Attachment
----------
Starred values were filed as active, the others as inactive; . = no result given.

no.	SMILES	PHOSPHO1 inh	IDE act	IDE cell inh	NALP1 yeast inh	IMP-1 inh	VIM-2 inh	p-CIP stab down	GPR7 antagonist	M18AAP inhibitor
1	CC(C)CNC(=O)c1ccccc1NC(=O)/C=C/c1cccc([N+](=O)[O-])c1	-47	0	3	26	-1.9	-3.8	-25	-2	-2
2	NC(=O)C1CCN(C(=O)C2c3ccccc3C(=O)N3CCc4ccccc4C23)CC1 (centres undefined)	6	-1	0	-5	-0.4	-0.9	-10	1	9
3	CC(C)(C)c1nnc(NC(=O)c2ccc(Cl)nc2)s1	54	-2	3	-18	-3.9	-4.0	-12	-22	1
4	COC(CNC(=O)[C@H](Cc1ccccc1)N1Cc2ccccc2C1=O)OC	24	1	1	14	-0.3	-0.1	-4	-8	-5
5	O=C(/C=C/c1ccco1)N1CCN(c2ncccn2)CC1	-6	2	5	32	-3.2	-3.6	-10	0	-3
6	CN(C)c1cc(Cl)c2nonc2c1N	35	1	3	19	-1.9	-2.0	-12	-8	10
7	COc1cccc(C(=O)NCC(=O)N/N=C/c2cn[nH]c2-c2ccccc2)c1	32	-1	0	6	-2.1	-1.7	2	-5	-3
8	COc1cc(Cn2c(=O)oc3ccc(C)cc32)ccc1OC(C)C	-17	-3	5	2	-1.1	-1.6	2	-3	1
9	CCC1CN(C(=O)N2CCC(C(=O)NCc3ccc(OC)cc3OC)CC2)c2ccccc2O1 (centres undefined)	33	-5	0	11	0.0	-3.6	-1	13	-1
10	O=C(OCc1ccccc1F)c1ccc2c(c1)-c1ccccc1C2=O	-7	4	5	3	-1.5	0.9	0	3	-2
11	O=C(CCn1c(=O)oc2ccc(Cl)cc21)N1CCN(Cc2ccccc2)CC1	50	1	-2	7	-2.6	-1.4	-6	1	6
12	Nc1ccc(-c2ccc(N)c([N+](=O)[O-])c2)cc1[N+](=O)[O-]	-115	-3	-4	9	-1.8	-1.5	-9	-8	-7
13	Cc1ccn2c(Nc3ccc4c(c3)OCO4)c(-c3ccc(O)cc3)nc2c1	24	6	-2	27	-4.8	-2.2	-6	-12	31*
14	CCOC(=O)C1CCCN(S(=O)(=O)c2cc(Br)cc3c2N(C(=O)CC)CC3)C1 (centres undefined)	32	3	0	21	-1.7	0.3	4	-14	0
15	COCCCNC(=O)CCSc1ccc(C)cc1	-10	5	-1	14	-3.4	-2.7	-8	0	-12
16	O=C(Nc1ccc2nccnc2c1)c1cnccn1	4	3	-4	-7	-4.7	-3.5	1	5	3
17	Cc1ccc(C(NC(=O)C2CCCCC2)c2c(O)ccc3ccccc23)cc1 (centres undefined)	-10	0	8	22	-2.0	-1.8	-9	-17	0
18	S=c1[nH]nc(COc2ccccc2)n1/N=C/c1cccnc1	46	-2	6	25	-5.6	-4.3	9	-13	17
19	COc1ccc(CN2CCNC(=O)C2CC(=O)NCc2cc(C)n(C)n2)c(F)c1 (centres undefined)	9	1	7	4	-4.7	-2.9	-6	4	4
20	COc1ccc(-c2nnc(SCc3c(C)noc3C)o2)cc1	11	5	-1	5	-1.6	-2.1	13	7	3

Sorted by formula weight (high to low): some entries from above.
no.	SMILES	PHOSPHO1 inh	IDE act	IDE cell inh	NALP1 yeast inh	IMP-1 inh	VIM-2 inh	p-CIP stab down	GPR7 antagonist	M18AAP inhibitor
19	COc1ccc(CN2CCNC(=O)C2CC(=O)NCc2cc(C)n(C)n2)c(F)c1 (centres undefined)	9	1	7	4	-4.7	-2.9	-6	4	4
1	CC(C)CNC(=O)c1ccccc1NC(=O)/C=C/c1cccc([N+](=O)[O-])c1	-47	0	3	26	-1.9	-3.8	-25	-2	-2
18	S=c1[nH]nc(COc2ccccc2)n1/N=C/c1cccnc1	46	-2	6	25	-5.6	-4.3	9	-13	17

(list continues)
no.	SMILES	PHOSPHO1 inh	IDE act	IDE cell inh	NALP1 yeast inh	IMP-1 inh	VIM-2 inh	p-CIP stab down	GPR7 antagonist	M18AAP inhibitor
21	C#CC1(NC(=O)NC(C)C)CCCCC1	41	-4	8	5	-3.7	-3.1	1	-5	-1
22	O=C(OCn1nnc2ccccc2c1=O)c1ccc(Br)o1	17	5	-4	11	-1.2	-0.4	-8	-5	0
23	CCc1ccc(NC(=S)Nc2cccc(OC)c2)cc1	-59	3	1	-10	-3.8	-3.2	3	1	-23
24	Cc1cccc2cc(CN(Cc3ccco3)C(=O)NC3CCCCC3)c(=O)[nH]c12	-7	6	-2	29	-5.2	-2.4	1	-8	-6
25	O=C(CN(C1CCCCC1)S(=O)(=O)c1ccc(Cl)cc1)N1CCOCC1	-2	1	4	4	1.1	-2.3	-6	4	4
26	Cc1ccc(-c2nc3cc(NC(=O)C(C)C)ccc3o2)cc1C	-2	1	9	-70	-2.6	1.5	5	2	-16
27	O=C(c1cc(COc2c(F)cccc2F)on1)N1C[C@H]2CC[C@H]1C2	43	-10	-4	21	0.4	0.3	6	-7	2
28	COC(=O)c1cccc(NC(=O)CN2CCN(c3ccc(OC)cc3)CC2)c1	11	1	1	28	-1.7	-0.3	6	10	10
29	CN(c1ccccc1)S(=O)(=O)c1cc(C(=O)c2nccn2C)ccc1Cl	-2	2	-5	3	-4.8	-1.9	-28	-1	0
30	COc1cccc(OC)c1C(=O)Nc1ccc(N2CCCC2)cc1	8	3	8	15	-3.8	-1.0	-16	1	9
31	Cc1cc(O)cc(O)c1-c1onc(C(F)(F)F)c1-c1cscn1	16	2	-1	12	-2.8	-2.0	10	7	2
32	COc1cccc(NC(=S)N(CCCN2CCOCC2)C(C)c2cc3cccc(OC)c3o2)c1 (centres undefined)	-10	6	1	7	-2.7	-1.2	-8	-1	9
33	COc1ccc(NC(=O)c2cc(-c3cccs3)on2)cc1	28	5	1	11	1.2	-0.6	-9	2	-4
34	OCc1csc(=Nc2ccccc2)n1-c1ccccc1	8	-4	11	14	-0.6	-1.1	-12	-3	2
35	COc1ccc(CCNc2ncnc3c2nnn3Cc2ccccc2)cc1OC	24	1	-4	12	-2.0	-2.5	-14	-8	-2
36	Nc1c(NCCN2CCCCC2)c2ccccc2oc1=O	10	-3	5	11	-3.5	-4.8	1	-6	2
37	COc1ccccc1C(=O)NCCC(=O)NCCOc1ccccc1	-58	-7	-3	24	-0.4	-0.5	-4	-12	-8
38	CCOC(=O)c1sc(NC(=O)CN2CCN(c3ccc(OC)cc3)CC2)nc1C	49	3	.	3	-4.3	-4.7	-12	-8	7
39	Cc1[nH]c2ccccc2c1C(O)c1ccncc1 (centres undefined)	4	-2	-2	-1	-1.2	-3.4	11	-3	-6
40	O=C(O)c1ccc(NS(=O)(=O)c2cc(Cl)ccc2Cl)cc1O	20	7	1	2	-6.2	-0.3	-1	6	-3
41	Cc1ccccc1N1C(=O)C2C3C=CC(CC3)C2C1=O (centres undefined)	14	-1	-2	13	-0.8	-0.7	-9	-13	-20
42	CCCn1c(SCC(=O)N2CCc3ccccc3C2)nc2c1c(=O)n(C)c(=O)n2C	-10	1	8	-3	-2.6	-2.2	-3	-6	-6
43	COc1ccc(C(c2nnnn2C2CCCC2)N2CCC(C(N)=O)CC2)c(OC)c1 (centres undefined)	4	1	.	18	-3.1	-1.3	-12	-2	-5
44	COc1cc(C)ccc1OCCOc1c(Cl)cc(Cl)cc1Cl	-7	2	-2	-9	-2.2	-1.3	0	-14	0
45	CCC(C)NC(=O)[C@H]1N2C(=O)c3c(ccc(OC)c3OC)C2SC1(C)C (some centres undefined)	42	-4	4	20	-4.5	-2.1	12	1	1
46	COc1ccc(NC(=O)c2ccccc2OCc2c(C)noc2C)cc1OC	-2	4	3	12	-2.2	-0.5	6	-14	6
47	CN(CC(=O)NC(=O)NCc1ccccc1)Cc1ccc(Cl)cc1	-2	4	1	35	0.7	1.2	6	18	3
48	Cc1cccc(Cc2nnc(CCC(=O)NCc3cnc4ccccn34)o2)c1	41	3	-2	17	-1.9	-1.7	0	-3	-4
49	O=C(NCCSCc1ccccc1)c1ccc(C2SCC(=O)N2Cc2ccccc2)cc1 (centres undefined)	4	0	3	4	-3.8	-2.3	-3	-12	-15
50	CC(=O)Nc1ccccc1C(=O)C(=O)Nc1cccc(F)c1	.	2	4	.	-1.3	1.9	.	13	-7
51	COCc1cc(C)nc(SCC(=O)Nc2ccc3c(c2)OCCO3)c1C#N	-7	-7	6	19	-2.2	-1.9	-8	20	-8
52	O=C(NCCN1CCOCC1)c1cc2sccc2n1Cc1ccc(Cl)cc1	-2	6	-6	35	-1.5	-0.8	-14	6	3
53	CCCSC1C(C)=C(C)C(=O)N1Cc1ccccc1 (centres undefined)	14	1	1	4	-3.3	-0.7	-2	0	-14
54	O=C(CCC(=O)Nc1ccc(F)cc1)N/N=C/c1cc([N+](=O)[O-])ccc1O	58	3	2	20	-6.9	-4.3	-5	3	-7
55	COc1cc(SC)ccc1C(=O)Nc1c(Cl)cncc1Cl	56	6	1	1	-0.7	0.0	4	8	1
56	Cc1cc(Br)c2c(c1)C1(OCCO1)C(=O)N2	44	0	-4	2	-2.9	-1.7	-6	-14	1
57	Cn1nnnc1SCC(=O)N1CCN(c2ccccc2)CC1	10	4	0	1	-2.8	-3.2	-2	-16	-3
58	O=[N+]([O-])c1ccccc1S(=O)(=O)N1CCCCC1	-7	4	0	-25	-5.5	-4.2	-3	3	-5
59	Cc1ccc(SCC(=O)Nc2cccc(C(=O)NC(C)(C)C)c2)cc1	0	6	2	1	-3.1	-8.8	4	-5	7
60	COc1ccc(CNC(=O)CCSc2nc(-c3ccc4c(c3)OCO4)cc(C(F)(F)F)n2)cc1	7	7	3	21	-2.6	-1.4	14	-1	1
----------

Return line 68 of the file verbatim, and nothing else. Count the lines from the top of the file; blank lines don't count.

59	Cc1ccc(SCC(=O)Nc2cccc(C(=O)NC(C)(C)C)c2)cc1	0	6	2	1	-3.1	-8.8	4	-5	7